STAFFING constraints and difficulties getting patients out of hospitals are adding to pressures on the NHS in Wales, the government has said.

It comes as the latest performance data shows the number of people on treatment lists continues to grow - there are now around 722,000 names on waiting lists nationwide.

The Welsh Government said "huge numbers" of people were treated in May "despite the increase in demand" on services and emergency care.

But the Conservatives dismissed any idea of "progress" in tackling the backlog, which has grown continuously since the beginning of the pandemic, and urged ministers to "get a grip on the NHS and stop breaking all the wrong records".

A&E departments are expected to admit, transfer or discharge 95 per cent of people within four hours of their arrival.

Figures for June show the current performance across Wales is 66.4 per cent, and the rate has generally declined since the pandemic began.

A similar 95 per cent target exists for people waiting to be referred for treatment in the NHS within 26 weeks. Figures for May show just 53.9 of people were being seen nationwide in that time.

For cancer patients, the government target is for 75 per cent of patients to start treatment within 62 days, but figures for May show the average across Wales falls short, at 53 per cent.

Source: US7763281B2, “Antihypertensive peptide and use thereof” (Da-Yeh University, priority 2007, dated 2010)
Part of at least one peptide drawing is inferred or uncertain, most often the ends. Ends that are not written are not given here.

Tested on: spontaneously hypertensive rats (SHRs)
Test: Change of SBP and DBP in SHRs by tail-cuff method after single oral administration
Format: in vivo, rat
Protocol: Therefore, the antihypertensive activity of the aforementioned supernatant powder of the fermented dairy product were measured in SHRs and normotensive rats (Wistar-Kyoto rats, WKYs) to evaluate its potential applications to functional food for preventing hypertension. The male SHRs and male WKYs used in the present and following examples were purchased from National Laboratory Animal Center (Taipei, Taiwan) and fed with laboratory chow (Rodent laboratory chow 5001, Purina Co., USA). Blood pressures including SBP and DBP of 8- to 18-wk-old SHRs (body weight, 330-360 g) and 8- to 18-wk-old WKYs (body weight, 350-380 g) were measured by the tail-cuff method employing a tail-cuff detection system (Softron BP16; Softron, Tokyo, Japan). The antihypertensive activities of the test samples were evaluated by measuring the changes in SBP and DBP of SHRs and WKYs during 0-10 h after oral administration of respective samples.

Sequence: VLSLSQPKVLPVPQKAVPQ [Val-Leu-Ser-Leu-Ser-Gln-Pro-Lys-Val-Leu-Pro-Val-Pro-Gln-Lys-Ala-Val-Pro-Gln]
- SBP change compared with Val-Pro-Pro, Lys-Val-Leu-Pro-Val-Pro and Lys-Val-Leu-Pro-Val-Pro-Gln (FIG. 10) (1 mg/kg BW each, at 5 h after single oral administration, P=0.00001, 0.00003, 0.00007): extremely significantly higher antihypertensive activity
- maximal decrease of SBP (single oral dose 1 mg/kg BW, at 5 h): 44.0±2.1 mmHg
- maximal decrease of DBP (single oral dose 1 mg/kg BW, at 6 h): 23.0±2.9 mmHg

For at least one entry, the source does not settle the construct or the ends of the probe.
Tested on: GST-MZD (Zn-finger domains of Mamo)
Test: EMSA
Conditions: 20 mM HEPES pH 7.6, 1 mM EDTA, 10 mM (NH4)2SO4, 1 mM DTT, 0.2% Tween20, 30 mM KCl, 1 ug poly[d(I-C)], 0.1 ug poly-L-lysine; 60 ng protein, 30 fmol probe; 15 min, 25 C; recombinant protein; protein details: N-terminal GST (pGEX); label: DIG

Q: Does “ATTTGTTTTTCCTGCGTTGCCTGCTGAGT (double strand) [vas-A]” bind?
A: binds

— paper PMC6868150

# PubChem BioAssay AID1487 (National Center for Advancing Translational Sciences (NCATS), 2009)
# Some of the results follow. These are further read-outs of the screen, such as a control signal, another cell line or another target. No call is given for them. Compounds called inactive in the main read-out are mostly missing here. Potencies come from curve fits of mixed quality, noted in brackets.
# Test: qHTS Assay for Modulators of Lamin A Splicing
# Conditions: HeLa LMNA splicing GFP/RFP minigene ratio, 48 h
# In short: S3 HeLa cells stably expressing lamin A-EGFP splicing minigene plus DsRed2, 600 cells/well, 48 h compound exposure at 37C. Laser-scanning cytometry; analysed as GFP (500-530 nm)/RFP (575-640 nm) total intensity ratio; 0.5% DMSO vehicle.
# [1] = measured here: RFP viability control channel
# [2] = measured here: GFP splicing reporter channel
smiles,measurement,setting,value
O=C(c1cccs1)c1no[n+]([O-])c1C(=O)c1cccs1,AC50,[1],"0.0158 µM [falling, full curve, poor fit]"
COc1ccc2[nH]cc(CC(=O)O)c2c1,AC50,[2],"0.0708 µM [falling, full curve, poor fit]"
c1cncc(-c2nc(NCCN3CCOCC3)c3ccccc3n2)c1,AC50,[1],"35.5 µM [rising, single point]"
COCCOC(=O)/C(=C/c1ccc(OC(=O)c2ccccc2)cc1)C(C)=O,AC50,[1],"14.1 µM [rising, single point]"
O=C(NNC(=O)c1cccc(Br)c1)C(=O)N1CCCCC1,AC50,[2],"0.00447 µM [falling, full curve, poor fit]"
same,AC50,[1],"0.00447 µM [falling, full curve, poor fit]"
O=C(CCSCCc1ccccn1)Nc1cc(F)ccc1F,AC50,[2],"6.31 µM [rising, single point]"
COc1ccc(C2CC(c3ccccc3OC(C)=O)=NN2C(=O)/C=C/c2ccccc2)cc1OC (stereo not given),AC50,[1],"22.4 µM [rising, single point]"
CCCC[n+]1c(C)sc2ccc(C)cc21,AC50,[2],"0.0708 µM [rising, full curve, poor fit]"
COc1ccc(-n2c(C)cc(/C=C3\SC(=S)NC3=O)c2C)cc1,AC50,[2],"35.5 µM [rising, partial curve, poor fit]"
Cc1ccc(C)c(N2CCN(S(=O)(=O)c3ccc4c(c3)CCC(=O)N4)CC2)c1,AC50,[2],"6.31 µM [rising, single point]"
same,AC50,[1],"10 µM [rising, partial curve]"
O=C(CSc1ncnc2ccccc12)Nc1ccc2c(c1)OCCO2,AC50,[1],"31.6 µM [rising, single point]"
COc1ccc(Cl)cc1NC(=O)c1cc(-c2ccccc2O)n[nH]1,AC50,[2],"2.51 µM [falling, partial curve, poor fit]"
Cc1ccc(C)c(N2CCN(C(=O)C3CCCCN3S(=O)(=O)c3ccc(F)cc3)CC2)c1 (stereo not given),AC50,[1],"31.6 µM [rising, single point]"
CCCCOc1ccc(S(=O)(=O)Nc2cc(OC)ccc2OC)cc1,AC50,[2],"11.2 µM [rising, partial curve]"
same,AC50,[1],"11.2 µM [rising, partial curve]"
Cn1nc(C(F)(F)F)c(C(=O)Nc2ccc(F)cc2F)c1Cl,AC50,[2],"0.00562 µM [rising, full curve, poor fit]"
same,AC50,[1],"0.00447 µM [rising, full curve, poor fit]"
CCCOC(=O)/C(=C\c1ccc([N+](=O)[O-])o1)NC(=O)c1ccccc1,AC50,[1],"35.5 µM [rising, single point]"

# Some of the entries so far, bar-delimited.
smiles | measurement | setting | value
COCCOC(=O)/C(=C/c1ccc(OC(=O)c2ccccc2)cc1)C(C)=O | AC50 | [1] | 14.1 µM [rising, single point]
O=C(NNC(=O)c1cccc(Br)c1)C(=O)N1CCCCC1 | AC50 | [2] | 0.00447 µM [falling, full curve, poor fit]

June was the 13th consecutive month in which the Welsh Ambulance Service received more than 100 of the most serious types of callout. It responded to 50.8 per cent of those calls within eight minutes, short of the 65 per cent target. The government has announced plans to hire 100 new frontline staff to help ease ambulance pressures.

Commenting on the figures, the Welsh Government pointed to some positive news, including reductions in the longest waits for treatments and May having the highest monthly number of inpatient and day case treatments since the start of the pandemic.

But the Tories said national increases in the waiting list backlog and ambulance waits meant "Labour cannot call this progress".

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The Welsh NHS Confederation, meanwhile, said more structural changes were needed.

"Unless we can improve patient flow and speed up hospital discharge by alleviating the pressure on and creating capacity in social care, we’ll continue to see a large number of patients waiting longer than we’d like them to for both urgent and emergency care and planned care," said confederation assistant director Nesta Lloyd-Jones.

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